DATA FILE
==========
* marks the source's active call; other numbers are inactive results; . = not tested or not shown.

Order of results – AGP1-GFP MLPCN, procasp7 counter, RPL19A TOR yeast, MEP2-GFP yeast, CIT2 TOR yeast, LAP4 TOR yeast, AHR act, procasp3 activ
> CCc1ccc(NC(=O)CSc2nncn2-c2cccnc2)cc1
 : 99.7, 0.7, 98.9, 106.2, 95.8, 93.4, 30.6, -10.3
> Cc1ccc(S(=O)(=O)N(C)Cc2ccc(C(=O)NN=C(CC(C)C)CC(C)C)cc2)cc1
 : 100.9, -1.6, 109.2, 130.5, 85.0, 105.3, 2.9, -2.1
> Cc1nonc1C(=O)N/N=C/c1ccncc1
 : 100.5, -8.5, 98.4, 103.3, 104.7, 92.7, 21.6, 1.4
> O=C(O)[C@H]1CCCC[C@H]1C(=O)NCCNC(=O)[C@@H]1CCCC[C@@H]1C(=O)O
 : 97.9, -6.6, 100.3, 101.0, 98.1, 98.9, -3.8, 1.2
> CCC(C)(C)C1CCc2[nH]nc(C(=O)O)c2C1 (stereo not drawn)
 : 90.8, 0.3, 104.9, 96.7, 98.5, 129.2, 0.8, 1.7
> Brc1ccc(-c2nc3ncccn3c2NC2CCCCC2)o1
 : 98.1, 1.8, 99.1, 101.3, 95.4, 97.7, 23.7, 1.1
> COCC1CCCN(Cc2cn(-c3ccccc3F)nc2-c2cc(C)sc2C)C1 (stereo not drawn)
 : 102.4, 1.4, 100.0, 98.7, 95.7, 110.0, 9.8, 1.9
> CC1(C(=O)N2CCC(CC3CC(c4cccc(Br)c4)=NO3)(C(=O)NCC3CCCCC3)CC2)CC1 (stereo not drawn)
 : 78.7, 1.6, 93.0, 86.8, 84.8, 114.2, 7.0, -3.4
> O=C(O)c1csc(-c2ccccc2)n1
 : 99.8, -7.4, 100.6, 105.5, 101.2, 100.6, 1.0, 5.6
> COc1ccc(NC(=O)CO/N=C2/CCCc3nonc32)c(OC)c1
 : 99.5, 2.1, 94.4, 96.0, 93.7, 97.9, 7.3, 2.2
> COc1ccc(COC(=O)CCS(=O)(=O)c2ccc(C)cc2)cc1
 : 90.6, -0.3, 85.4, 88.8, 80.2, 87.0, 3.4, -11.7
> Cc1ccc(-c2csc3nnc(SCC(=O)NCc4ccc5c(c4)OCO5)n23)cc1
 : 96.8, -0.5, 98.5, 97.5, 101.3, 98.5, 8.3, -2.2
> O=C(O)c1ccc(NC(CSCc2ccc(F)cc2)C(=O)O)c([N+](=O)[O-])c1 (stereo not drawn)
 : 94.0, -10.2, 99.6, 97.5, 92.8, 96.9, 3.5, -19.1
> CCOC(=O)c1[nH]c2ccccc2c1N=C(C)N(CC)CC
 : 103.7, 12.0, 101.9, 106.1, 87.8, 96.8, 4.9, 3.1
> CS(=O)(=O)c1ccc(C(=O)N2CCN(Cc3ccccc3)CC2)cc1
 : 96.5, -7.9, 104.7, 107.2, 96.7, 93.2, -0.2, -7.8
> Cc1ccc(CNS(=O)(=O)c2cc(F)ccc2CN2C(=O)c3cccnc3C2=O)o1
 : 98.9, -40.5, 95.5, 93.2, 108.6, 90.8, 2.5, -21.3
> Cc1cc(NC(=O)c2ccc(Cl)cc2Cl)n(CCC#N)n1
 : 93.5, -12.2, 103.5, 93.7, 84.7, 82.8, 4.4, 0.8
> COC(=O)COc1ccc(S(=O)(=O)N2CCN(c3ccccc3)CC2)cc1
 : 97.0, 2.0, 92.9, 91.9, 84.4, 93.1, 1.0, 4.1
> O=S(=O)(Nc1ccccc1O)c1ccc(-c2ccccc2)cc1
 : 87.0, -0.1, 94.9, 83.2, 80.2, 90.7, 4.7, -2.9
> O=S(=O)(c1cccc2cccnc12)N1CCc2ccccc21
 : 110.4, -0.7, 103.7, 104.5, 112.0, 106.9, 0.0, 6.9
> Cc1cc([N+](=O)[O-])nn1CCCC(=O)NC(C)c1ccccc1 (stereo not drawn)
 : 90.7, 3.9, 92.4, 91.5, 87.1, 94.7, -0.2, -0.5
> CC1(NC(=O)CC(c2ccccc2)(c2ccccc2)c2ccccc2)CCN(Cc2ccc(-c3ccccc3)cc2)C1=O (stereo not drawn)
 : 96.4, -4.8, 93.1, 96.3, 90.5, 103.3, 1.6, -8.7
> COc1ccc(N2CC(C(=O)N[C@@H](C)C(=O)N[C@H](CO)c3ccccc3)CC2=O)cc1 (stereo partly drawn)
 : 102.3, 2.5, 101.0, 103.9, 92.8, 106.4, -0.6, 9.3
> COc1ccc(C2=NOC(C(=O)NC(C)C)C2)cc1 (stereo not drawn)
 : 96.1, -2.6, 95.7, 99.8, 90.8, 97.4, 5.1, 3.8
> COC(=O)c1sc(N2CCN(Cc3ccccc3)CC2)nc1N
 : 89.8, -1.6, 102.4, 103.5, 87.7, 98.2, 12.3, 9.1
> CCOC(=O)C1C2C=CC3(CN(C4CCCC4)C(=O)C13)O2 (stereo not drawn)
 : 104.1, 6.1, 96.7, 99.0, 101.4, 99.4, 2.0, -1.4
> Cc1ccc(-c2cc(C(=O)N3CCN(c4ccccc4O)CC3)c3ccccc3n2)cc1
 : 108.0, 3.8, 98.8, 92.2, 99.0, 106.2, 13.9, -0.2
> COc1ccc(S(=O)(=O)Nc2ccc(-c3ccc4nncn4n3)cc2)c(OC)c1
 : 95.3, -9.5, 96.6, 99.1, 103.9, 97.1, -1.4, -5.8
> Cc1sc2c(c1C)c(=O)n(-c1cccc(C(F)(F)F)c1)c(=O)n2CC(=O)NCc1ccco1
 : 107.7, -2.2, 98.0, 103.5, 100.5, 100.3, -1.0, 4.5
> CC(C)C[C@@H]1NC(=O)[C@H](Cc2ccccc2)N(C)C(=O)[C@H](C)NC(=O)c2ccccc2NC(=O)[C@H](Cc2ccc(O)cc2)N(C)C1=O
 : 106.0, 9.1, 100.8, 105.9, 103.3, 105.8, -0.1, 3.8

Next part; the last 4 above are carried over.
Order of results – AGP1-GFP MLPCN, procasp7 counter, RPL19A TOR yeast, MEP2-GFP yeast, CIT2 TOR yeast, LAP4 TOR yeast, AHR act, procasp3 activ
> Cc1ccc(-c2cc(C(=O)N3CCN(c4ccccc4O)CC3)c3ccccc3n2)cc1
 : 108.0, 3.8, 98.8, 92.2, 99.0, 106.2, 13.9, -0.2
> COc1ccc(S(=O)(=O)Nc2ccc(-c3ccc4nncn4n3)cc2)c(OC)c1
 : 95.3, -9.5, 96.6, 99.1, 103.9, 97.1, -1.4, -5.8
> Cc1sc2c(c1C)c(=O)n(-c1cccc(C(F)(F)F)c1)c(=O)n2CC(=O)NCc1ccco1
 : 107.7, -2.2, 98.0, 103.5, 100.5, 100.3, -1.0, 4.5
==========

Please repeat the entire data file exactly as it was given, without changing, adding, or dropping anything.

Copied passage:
* marks the source's active call; other numbers are inactive results; . = not tested or not shown.

Order of results – AGP1-GFP MLPCN, procasp7 counter, RPL19A TOR yeast, MEP2-GFP yeast, CIT2 TOR yeast, LAP4 TOR yeast, AHR act, procasp3 activ
> CCc1ccc(NC(=O)CSc2nncn2-c2cccnc2)cc1
 : 99.7, 0.7, 98.9, 106.2, 95.8, 93.4, 30.6, -10.3
> Cc1ccc(S(=O)(=O)N(C)Cc2ccc(C(=O)NN=C(CC(C)C)CC(C)C)cc2)cc1
 : 100.9, -1.6, 109.2, 130.5, 85.0, 105.3, 2.9, -2.1
> Cc1nonc1C(=O)N/N=C/c1ccncc1
 : 100.5, -8.5, 98.4, 103.3, 104.7, 92.7, 21.6, 1.4
> O=C(O)[C@H]1CCCC[C@H]1C(=O)NCCNC(=O)[C@@H]1CCCC[C@@H]1C(=O)O
 : 97.9, -6.6, 100.3, 101.0, 98.1, 98.9, -3.8, 1.2
> CCC(C)(C)C1CCc2[nH]nc(C(=O)O)c2C1 (stereo not drawn)
 : 90.8, 0.3, 104.9, 96.7, 98.5, 129.2, 0.8, 1.7
> Brc1ccc(-c2nc3ncccn3c2NC2CCCCC2)o1
 : 98.1, 1.8, 99.1, 101.3, 95.4, 97.7, 23.7, 1.1
> COCC1CCCN(Cc2cn(-c3ccccc3F)nc2-c2cc(C)sc2C)C1 (stereo not drawn)
 : 102.4, 1.4, 100.0, 98.7, 95.7, 110.0, 9.8, 1.9
> CC1(C(=O)N2CCC(CC3CC(c4cccc(Br)c4)=NO3)(C(=O)NCC3CCCCC3)CC2)CC1 (stereo not drawn)
 : 78.7, 1.6, 93.0, 86.8, 84.8, 114.2, 7.0, -3.4
> O=C(O)c1csc(-c2ccccc2)n1
 : 99.8, -7.4, 100.6, 105.5, 101.2, 100.6, 1.0, 5.6
> COc1ccc(NC(=O)CO/N=C2/CCCc3nonc32)c(OC)c1
 : 99.5, 2.1, 94.4, 96.0, 93.7, 97.9, 7.3, 2.2
> COc1ccc(COC(=O)CCS(=O)(=O)c2ccc(C)cc2)cc1
 : 90.6, -0.3, 85.4, 88.8, 80.2, 87.0, 3.4, -11.7
> Cc1ccc(-c2csc3nnc(SCC(=O)NCc4ccc5c(c4)OCO5)n23)cc1
 : 96.8, -0.5, 98.5, 97.5, 101.3, 98.5, 8.3, -2.2
> O=C(O)c1ccc(NC(CSCc2ccc(F)cc2)C(=O)O)c([N+](=O)[O-])c1 (stereo not drawn)
 : 94.0, -10.2, 99.6, 97.5, 92.8, 96.9, 3.5, -19.1
> CCOC(=O)c1[nH]c2ccccc2c1N=C(C)N(CC)CC
 : 103.7, 12.0, 101.9, 106.1, 87.8, 96.8, 4.9, 3.1
> CS(=O)(=O)c1ccc(C(=O)N2CCN(Cc3ccccc3)CC2)cc1
 : 96.5, -7.9, 104.7, 107.2, 96.7, 93.2, -0.2, -7.8
> Cc1ccc(CNS(=O)(=O)c2cc(F)ccc2CN2C(=O)c3cccnc3C2=O)o1
 : 98.9, -40.5, 95.5, 93.2, 108.6, 90.8, 2.5, -21.3
> Cc1cc(NC(=O)c2ccc(Cl)cc2Cl)n(CCC#N)n1
 : 93.5, -12.2, 103.5, 93.7, 84.7, 82.8, 4.4, 0.8
> COC(=O)COc1ccc(S(=O)(=O)N2CCN(c3ccccc3)CC2)cc1
 : 97.0, 2.0, 92.9, 91.9, 84.4, 93.1, 1.0, 4.1
> O=S(=O)(Nc1ccccc1O)c1ccc(-c2ccccc2)cc1
 : 87.0, -0.1, 94.9, 83.2, 80.2, 90.7, 4.7, -2.9
> O=S(=O)(c1cccc2cccnc12)N1CCc2ccccc21
 : 110.4, -0.7, 103.7, 104.5, 112.0, 106.9, 0.0, 6.9
> Cc1cc([N+](=O)[O-])nn1CCCC(=O)NC(C)c1ccccc1 (stereo not drawn)
 : 90.7, 3.9, 92.4, 91.5, 87.1, 94.7, -0.2, -0.5
> CC1(NC(=O)CC(c2ccccc2)(c2ccccc2)c2ccccc2)CCN(Cc2ccc(-c3ccccc3)cc2)C1=O (stereo not drawn)
 : 96.4, -4.8, 93.1, 96.3, 90.5, 103.3, 1.6, -8.7
> COc1ccc(N2CC(C(=O)N[C@@H](C)C(=O)N[C@H](CO)c3ccccc3)CC2=O)cc1 (stereo partly drawn)
 : 102.3, 2.5, 101.0, 103.9, 92.8, 106.4, -0.6, 9.3
> COc1ccc(C2=NOC(C(=O)NC(C)C)C2)cc1 (stereo not drawn)
 : 96.1, -2.6, 95.7, 99.8, 90.8, 97.4, 5.1, 3.8
> COC(=O)c1sc(N2CCN(Cc3ccccc3)CC2)nc1N
 : 89.8, -1.6, 102.4, 103.5, 87.7, 98.2, 12.3, 9.1
> CCOC(=O)C1C2C=CC3(CN(C4CCCC4)C(=O)C13)O2 (stereo not drawn)
 : 104.1, 6.1, 96.7, 99.0, 101.4, 99.4, 2.0, -1.4
> Cc1ccc(-c2cc(C(=O)N3CCN(c4ccccc4O)CC3)c3ccccc3n2)cc1
 : 108.0, 3.8, 98.8, 92.2, 99.0, 106.2, 13.9, -0.2
> COc1ccc(S(=O)(=O)Nc2ccc(-c3ccc4nncn4n3)cc2)c(OC)c1
 : 95.3, -9.5, 96.6, 99.1, 103.9, 97.1, -1.4, -5.8
> Cc1sc2c(c1C)c(=O)n(-c1cccc(C(F)(F)F)c1)c(=O)n2CC(=O)NCc1ccco1
 : 107.7, -2.2, 98.0, 103.5, 100.5, 100.3, -1.0, 4.5
> CC(C)C[C@@H]1NC(=O)[C@H](Cc2ccccc2)N(C)C(=O)[C@H](C)NC(=O)c2ccccc2NC(=O)[C@H](Cc2ccc(O)cc2)N(C)C1=O
 : 106.0, 9.1, 100.8, 105.9, 103.3, 105.8, -0.1, 3.8

Next part; the last 4 above are carried over.
Order of results – AGP1-GFP MLPCN, procasp7 counter, RPL19A TOR yeast, MEP2-GFP yeast, CIT2 TOR yeast, LAP4 TOR yeast, AHR act, procasp3 activ
> Cc1ccc(-c2cc(C(=O)N3CCN(c4ccccc4O)CC3)c3ccccc3n2)cc1
 : 108.0, 3.8, 98.8, 92.2, 99.0, 106.2, 13.9, -0.2
> COc1ccc(S(=O)(=O)Nc2ccc(-c3ccc4nncn4n3)cc2)c(OC)c1
 : 95.3, -9.5, 96.6, 99.1, 103.9, 97.1, -1.4, -5.8
> Cc1sc2c(c1C)c(=O)n(-c1cccc(C(F)(F)F)c1)c(=O)n2CC(=O)NCc1ccco1
 : 107.7, -2.2, 98.0, 103.5, 100.5, 100.3, -1.0, 4.5